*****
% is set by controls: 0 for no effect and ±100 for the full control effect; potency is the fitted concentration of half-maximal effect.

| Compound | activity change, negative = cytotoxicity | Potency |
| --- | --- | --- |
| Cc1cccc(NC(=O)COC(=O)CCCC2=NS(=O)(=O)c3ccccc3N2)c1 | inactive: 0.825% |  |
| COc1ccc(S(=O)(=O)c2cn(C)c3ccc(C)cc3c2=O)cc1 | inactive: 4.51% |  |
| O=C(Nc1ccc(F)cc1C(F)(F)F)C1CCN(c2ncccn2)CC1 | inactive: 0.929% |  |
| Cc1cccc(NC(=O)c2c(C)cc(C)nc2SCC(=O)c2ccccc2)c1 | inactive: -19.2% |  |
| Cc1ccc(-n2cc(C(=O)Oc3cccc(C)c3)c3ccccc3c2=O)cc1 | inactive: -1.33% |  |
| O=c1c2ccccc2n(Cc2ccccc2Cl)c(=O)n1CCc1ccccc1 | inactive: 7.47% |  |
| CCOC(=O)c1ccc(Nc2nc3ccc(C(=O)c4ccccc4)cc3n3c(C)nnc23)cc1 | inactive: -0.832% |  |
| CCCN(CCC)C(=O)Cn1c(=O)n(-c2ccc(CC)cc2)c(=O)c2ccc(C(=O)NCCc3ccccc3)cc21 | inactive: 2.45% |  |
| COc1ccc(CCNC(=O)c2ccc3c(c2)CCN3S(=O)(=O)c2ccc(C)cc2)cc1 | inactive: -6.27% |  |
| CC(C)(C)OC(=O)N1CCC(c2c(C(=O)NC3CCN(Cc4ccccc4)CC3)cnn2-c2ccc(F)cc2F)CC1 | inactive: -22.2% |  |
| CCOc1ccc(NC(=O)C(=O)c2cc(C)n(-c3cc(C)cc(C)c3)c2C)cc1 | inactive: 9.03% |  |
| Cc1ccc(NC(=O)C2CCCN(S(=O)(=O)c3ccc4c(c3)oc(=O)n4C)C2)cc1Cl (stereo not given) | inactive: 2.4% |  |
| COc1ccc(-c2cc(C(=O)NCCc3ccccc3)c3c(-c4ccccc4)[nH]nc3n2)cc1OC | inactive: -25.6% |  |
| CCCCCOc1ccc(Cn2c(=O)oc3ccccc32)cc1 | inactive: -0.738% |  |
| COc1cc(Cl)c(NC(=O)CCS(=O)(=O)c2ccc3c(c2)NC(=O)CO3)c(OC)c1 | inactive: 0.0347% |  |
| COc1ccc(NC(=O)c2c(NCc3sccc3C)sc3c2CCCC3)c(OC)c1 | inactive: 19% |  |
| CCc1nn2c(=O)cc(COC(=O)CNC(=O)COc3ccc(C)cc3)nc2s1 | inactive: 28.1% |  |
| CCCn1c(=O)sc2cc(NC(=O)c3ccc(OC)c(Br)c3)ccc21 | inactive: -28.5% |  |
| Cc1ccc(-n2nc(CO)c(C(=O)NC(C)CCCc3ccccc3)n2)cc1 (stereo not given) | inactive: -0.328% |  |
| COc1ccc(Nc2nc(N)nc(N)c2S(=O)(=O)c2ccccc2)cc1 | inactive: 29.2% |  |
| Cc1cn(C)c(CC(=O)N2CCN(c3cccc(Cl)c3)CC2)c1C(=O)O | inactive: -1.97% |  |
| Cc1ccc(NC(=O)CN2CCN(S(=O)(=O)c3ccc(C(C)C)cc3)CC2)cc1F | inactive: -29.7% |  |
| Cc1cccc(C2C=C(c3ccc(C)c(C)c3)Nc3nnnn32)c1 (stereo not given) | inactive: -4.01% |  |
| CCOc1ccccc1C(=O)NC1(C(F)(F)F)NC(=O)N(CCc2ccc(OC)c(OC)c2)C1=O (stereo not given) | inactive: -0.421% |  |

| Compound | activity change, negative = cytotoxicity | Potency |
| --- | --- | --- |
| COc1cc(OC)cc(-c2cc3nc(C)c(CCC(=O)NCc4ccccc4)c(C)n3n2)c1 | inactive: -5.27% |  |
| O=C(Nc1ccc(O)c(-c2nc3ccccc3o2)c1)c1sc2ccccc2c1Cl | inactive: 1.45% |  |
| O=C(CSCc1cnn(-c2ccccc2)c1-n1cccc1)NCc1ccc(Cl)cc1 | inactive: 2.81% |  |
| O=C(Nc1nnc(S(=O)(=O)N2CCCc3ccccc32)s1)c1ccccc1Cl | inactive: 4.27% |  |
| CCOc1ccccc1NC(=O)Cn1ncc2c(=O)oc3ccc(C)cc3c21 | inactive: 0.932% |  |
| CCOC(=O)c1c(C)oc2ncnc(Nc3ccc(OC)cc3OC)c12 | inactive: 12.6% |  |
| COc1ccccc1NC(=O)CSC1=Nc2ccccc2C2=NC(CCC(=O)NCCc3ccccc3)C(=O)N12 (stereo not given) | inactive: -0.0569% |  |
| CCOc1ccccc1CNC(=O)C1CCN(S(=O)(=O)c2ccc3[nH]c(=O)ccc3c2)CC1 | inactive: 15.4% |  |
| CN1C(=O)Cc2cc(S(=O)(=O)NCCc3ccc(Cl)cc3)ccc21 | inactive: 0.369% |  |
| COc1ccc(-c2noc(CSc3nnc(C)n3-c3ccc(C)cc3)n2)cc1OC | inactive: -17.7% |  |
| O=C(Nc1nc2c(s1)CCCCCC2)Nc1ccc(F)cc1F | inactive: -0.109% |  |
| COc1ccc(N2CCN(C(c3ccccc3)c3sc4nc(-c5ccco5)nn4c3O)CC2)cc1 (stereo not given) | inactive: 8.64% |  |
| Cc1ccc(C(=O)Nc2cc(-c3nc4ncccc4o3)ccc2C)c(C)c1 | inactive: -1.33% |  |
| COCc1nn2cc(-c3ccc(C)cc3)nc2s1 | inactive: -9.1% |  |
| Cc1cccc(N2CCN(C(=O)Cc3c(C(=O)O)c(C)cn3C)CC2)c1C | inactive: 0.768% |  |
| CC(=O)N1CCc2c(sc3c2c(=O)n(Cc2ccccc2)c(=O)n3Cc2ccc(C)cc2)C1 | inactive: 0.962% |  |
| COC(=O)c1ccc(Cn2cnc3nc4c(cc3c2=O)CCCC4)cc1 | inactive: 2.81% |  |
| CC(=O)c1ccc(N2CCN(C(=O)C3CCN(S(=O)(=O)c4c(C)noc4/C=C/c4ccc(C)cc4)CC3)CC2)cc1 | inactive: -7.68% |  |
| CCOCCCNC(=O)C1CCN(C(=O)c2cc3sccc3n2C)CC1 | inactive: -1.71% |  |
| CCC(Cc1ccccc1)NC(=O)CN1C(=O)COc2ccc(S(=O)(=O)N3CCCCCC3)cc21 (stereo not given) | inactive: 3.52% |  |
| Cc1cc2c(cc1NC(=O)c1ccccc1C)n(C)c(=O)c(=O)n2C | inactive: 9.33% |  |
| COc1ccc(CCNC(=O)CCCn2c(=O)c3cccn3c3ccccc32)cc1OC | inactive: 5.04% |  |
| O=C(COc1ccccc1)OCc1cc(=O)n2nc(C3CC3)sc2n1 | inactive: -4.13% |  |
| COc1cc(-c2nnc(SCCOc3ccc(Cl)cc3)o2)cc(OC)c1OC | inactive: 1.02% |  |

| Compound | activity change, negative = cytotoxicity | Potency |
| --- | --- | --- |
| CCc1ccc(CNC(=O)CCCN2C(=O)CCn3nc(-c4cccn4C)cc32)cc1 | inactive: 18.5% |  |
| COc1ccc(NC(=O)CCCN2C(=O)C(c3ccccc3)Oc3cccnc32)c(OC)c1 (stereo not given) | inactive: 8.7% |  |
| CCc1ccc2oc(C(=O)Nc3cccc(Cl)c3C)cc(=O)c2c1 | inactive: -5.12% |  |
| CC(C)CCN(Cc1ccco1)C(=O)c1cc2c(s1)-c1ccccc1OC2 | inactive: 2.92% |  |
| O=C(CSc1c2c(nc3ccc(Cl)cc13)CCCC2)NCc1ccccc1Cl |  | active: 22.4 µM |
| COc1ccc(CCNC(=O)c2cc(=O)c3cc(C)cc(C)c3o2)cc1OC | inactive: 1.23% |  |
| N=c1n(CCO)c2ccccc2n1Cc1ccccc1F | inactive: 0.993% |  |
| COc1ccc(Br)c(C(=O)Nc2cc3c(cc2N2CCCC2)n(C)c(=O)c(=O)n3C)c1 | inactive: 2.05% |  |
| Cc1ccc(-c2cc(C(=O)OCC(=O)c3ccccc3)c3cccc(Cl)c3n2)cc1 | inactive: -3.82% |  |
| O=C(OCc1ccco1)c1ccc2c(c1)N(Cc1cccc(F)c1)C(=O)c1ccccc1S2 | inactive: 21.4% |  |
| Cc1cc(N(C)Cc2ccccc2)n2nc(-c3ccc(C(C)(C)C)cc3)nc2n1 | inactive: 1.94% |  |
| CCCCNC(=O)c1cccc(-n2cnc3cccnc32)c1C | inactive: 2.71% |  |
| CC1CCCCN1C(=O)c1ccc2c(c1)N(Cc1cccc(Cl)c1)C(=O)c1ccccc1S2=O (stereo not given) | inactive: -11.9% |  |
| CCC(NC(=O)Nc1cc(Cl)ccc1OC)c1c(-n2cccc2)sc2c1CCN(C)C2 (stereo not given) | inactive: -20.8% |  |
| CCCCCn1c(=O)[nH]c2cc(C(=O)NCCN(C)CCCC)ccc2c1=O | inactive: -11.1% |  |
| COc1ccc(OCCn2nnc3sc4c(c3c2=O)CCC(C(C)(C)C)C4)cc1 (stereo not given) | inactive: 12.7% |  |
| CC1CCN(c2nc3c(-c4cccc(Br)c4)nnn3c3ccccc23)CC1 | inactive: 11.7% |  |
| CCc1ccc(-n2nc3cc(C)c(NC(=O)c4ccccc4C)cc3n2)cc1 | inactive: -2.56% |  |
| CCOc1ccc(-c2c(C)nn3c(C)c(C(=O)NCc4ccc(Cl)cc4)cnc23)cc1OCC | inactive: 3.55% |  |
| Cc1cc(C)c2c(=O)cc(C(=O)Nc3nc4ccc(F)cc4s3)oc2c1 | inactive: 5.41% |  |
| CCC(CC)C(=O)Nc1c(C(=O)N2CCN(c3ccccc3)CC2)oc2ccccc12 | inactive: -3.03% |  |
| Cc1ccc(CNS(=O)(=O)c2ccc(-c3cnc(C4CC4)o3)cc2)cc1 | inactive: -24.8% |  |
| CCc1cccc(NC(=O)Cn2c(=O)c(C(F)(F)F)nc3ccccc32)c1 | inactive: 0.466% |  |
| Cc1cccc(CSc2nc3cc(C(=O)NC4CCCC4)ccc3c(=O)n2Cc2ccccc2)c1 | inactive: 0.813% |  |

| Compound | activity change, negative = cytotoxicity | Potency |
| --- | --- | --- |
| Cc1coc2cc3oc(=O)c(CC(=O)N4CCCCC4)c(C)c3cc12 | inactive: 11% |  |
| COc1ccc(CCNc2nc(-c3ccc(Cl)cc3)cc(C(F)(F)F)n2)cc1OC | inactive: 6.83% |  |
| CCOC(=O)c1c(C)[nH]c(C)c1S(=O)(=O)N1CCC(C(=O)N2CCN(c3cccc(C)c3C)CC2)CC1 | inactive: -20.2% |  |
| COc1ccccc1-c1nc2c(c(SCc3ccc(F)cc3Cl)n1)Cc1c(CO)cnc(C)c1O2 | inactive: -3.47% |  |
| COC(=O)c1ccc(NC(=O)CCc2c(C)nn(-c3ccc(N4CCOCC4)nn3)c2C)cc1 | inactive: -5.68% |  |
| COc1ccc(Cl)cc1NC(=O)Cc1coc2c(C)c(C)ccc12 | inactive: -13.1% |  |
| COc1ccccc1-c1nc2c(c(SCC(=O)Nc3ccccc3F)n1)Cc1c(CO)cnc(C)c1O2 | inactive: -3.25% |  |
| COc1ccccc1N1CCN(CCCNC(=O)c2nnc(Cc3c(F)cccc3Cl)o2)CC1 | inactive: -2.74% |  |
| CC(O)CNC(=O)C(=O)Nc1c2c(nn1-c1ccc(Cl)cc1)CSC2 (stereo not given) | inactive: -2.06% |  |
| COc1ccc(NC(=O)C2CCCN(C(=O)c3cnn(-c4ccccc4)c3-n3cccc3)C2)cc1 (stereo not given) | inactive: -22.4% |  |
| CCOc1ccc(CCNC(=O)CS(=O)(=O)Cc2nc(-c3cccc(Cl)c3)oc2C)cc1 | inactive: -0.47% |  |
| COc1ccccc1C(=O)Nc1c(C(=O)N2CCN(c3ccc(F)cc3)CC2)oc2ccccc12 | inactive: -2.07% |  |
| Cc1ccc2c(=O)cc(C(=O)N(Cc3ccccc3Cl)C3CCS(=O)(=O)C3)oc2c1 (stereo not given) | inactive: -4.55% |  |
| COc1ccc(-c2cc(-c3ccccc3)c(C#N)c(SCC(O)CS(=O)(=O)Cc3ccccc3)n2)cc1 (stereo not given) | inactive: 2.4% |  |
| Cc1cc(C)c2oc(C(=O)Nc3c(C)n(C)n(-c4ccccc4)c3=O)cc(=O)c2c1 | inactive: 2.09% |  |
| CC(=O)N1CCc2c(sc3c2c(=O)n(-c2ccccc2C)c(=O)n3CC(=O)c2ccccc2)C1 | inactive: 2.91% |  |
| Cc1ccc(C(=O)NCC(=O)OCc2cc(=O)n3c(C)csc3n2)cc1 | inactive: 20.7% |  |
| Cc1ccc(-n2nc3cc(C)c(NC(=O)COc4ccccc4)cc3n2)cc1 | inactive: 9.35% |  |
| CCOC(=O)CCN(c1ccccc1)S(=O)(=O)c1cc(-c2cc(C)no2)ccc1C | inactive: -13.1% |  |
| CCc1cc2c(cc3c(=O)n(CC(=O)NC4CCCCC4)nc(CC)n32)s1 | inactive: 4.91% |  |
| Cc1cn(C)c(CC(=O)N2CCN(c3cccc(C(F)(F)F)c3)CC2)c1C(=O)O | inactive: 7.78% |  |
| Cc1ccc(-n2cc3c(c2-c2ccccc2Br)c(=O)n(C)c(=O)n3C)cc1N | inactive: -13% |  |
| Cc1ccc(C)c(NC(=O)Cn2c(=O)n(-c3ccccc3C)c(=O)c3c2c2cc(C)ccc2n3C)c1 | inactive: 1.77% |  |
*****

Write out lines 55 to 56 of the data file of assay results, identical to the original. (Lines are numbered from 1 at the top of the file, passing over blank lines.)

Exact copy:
| --- | --- | --- |
| CCc1ccc(CNC(=O)CCCN2C(=O)CCn3nc(-c4cccn4C)cc32)cc1 | inactive: 18.5% |  |